Most of what I have noted above (with admiration) is jazz scholarship from the outside — by enthusiastic listeners who have immersed themselves in jazz.  I would be the last to disparage that as an art form, as writers who do it include Martin Williams, Dan Morgenstern, Gene Lees, Chris Albertson, Frank Driggs, Nat Hentoff and two dozen others.  A few musicians — rare souls — who were also fine writers: Dick Wellstood, Richard M. Sudhalter, Rex Stewart, Dick Katz.    

But even given all of this, how often have jazz musicians been asked to tell their stories? 

I know that there is a history of popular journalism — early on in urban Black newspapers — of getting quotations from musicians, but I wonder how many utterances that were attributed were actually spoken by the musicians themselves.  Later on, one had DOWN BEAT and METRONOME, and smaller magazines — Art Hodes’ THE JAZZ RECORD, here and abroad.  Some of this “journalism” perpetuated the stereotype of the musician as an eccentric character who spoke an unintelligible hipster gibberish.     

There are, of course, the pioneering recorded interviews of Jelly Roll Morton done in 1938 — mythic in many ways — that might be the first oral history of a jazz musician.  Whether you take them as an extended piece of performance art or as first-hand narrative / reportage, they remain invaluable.

Others have attempted to let the players speak — the Oral History Project had musicians interviewing their peers and friends, Stanley Dance’s series of books, the Shapiro / Hentoff HEAR ME TALKIN’ TO YA, Gitler’s SWING TO BOP, the diligent work of Bill Spilka, Hank O’Neal’s book THE GHOSTS OF HARLEM, collections of interviews and profiles by Whitney Balliett, Peter Vacher, Max Jones.  Phil Schaap has done extensive, rewarding radio interviews for forty years now.  Lester Young spoke to Chris Albertson and Francois Postif.  And irreplaceable video-documentaries focus on Ben Webster, Lester, Goodman, Phil Woods.  Fifty years ago, Riverside Records recorded Coleman Hawkins and Lil Hardin Armstrong telling their stories.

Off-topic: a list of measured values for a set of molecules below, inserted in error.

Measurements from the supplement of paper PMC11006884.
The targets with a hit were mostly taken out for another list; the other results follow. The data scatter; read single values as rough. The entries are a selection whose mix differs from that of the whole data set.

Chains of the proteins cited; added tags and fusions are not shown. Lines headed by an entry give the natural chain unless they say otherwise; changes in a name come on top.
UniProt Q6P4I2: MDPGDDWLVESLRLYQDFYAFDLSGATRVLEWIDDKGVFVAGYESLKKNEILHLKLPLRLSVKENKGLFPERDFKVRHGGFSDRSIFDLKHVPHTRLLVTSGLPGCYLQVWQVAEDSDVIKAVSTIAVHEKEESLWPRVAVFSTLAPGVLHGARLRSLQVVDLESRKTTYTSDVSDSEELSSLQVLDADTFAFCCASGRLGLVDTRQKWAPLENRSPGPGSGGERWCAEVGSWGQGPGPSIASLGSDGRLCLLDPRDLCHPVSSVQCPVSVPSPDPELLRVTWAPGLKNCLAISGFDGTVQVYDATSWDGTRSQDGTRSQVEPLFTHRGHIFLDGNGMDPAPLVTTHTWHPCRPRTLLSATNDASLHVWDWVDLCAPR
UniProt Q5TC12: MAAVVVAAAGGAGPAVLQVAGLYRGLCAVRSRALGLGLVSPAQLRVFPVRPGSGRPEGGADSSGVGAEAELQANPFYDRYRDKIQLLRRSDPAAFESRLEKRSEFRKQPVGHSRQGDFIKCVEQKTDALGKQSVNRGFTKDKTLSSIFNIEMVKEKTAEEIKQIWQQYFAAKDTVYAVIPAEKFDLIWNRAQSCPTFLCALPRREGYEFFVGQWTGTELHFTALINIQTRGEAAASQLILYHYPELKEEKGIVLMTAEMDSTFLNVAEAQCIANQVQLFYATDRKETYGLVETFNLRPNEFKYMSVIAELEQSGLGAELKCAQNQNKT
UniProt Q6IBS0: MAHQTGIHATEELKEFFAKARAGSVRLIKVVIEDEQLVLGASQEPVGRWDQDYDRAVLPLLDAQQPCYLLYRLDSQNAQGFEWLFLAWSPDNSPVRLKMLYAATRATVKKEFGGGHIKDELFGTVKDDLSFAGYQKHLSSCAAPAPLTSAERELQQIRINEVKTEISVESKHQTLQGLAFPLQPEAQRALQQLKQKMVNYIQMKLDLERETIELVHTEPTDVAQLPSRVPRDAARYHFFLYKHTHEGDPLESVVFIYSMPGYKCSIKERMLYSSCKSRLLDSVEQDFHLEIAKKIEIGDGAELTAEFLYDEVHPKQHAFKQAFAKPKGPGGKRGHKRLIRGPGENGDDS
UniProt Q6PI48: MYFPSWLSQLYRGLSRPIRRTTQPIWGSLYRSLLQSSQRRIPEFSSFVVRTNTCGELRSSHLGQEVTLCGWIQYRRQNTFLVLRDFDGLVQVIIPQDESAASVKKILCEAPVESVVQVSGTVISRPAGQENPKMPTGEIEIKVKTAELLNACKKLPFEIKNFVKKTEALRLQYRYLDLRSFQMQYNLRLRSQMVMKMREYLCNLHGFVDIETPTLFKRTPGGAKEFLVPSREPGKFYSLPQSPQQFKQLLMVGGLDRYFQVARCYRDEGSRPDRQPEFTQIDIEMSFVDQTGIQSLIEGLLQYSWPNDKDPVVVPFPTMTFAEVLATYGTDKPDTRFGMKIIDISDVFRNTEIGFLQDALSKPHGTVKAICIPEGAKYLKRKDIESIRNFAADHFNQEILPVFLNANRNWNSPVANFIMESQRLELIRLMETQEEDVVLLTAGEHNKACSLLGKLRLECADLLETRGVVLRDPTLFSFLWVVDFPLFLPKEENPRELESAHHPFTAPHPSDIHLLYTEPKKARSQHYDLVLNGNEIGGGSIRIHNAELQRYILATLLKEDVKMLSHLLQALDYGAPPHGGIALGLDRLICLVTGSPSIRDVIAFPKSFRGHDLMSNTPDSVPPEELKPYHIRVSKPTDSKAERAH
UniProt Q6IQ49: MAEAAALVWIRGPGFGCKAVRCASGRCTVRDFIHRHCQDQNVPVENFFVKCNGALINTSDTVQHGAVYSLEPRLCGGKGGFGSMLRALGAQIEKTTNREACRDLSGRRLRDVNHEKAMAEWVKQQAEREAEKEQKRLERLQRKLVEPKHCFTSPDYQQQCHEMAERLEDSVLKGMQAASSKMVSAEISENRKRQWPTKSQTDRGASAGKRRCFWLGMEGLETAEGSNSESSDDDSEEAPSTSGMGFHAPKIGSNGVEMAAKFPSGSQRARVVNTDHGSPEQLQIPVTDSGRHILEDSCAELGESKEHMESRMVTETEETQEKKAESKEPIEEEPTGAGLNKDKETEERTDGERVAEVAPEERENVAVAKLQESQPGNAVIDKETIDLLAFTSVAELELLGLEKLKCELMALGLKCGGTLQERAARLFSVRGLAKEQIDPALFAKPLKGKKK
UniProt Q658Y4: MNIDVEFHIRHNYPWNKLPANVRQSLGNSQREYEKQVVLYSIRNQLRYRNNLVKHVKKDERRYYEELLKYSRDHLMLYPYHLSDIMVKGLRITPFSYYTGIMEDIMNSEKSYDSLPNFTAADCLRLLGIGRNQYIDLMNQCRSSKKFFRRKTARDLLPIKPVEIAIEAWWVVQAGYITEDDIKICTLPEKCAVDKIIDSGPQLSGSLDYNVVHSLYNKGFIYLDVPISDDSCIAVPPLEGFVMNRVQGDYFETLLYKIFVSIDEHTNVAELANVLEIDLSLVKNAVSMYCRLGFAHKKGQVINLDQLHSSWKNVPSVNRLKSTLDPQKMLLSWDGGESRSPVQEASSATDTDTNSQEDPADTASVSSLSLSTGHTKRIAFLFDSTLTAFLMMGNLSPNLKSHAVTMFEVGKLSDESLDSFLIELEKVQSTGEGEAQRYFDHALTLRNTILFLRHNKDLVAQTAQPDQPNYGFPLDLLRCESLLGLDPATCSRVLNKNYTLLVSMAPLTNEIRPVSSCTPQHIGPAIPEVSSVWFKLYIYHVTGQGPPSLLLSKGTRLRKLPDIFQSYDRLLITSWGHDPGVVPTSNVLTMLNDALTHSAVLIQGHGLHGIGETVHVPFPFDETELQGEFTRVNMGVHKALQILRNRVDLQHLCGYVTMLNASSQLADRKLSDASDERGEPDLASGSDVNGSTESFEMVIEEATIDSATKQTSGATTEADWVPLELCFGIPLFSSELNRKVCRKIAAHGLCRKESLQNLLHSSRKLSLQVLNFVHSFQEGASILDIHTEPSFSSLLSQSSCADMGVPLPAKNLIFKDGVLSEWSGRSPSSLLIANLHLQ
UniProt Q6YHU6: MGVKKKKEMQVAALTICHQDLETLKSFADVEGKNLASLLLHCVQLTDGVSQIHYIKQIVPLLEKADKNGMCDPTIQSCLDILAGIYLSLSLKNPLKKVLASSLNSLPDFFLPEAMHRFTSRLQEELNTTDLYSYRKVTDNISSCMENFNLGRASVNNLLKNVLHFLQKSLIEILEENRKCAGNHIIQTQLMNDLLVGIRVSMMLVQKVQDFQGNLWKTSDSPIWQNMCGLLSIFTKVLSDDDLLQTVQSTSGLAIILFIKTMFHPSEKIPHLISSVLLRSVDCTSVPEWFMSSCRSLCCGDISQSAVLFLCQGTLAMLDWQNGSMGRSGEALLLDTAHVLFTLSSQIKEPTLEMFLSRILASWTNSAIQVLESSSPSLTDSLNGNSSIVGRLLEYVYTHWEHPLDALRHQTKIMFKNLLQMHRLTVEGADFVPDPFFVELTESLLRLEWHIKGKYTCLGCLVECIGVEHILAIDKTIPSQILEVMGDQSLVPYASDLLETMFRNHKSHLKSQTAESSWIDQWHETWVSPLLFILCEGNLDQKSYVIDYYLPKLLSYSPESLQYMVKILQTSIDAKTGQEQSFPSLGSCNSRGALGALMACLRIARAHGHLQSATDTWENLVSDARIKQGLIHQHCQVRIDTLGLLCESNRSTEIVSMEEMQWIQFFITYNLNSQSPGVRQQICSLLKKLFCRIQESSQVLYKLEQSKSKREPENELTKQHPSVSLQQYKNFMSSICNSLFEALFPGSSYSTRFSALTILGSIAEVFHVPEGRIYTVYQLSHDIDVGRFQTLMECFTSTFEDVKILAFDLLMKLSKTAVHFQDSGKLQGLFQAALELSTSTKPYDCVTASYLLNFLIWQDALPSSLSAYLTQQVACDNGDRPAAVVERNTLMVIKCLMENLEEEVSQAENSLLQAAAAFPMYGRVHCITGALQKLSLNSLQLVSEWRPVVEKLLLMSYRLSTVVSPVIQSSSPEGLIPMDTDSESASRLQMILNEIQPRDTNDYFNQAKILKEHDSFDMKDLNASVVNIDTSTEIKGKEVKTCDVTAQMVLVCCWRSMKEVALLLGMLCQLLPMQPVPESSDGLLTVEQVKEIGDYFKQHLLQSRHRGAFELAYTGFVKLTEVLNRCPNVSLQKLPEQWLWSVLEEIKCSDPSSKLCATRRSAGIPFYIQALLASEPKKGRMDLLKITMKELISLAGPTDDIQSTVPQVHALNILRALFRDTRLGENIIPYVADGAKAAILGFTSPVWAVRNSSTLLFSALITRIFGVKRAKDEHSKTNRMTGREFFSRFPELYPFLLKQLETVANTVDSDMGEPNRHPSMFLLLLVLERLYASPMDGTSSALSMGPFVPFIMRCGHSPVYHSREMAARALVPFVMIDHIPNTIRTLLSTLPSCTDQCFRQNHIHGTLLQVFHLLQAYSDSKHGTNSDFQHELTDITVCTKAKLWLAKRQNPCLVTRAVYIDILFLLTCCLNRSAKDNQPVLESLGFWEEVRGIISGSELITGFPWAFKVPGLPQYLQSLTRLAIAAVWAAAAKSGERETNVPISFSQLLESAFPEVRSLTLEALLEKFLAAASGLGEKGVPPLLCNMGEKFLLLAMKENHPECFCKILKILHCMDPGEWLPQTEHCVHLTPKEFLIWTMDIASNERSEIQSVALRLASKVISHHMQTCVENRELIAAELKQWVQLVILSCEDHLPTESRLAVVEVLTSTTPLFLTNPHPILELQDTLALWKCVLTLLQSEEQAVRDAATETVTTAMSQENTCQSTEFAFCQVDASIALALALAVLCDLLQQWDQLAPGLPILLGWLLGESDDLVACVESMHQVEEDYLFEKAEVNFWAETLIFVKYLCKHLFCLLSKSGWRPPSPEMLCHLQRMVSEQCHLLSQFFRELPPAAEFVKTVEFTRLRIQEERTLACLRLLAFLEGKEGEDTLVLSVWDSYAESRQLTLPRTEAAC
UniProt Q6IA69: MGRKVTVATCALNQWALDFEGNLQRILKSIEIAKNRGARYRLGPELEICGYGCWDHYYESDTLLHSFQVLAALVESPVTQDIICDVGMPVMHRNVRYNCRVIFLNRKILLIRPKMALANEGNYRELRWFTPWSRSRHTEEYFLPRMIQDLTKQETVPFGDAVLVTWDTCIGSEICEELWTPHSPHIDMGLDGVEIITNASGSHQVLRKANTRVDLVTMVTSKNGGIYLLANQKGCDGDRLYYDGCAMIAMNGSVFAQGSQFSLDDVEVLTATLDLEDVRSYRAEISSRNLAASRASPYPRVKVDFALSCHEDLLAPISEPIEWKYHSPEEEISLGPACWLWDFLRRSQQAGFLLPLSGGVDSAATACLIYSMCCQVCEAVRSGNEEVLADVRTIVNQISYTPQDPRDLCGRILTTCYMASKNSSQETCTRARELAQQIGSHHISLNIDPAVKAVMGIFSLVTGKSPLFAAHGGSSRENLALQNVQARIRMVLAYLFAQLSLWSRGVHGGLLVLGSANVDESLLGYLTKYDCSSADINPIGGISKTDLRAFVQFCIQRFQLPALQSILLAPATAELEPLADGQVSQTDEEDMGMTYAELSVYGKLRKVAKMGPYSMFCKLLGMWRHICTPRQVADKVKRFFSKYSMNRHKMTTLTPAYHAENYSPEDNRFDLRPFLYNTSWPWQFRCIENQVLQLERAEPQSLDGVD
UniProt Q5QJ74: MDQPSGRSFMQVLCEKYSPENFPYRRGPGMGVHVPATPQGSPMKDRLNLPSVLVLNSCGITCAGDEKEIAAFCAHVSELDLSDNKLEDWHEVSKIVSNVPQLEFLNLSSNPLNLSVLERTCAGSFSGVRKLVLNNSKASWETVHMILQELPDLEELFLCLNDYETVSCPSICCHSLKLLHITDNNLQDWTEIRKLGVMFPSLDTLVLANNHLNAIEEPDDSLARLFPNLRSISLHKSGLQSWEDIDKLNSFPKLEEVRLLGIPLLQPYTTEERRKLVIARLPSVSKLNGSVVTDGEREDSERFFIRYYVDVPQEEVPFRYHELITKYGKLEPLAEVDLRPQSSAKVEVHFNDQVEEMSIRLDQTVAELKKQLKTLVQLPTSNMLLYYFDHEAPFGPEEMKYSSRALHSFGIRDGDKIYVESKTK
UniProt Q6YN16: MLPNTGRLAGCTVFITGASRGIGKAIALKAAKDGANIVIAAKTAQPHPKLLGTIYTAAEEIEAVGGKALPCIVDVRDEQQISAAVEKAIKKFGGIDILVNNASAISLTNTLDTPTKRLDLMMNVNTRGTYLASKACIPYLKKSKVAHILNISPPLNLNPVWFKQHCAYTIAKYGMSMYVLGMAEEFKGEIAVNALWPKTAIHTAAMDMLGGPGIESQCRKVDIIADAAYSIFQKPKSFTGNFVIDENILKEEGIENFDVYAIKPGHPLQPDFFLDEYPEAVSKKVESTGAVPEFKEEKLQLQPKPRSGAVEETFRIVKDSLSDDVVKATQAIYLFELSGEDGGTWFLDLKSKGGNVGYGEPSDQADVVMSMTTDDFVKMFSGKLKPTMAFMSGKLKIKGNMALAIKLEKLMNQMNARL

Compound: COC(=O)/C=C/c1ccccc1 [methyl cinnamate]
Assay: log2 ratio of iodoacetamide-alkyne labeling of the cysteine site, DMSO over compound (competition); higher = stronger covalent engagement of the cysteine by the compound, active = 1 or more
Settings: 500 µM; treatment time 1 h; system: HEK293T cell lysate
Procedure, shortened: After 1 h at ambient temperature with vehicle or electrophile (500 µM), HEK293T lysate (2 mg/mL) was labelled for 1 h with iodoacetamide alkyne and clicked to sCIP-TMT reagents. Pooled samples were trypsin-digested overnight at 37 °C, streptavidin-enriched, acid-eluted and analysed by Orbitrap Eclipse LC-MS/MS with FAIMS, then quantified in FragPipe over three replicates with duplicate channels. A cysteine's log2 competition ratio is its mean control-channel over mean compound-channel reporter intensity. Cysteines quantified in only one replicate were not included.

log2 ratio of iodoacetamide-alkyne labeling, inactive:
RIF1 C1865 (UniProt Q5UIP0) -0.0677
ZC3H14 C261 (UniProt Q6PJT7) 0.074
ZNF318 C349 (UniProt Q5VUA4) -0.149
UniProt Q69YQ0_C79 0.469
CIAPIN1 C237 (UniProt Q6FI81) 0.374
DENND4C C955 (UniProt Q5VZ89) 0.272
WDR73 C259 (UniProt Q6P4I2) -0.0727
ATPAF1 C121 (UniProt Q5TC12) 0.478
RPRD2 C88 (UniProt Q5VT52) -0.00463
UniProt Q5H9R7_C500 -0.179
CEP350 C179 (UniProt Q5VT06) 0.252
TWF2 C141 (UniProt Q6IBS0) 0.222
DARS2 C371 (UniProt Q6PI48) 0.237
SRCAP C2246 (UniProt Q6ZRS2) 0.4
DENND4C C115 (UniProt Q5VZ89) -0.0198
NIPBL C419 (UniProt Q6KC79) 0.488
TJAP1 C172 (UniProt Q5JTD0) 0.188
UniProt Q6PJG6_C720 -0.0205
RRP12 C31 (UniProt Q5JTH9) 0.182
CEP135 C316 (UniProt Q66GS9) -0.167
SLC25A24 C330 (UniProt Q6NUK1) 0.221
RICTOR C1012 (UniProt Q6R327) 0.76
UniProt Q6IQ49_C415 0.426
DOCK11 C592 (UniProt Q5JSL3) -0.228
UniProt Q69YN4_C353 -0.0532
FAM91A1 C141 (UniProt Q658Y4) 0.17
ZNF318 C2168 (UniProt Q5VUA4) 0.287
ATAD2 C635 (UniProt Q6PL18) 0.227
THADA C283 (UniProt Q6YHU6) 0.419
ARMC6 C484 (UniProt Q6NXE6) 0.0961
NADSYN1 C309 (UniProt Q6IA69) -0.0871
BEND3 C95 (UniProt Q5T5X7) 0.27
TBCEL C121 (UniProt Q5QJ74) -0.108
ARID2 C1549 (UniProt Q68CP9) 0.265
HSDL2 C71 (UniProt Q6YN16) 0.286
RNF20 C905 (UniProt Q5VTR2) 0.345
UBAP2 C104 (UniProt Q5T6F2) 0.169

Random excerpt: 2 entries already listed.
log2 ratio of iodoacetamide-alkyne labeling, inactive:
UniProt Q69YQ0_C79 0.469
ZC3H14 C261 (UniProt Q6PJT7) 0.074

But all of this is outweighed by the invisibility, the unheard voices of musicians. 

Who thought to ask Kaiser Marshall or Walter Johnson anything after they had finished a set with the Fletcher Henderson band?  Who interviewed Ivie Anderson?  Allen Reuss?  Jimmy Rowles?  Dave McKenna?  Al Cohn?  Shad Collins?  Barry Galbraith?  Shorty Baker?  Did anyone ask Denzil Best or Nick Fenton about what it was like to play at Minton’s?  Who spoke with Joe Smith or Joe Nanton about their experiences?  George Stafford, Tiny Kahn, Nick Fatool, Dave Tough?  (I know some of these figures were interviewed or analyzed by my hero Whitney Balliett, but the burden of jazz history of this sort shouldn’t have to rest on one writer’s shoulders.)

Granted, many stellar musicians were once anonymous sidemen and women, and the leaders of bands got all the attention.  So there are more interviews of Ellington than of Johnny Hodges, more of Goodman than of Vido Musso, more of Basie than of Jack Washington.  But Swing Era fans knew every member of the reed section in their favorite orchestras.

Thus claims of “obscurity” have to be taken less seriously: there was a time when Cootie Williams was nearly as well known as Jackie Robinson would be — you may substitute names you prefer in this equation of “famous jazz musician” and “famous sports figure.” 

I can imagine a number of reasons for musicians being ignored.

Some musicians would rather play than talk about their playing; some are even taciturn, although articulate.  And sometimes even the most garrulous players are not the best interview subjects.  “What was it like to play with Big Boy Smith?” one asks.  “Oh, it was a ball!  We had a great time!” the musician answers.  The interviewer waits for more.  “Do you remember any specific incidents?”  “Oh, no.  It was a lot of fun.  We couldn’t wait to get on the bandstand.”  And so on.  I’ve had this happen to me with the most sophisticated players here and in Europe.  They wereen’t reluctant to talk, but they weren’t intuitive novelists themselves.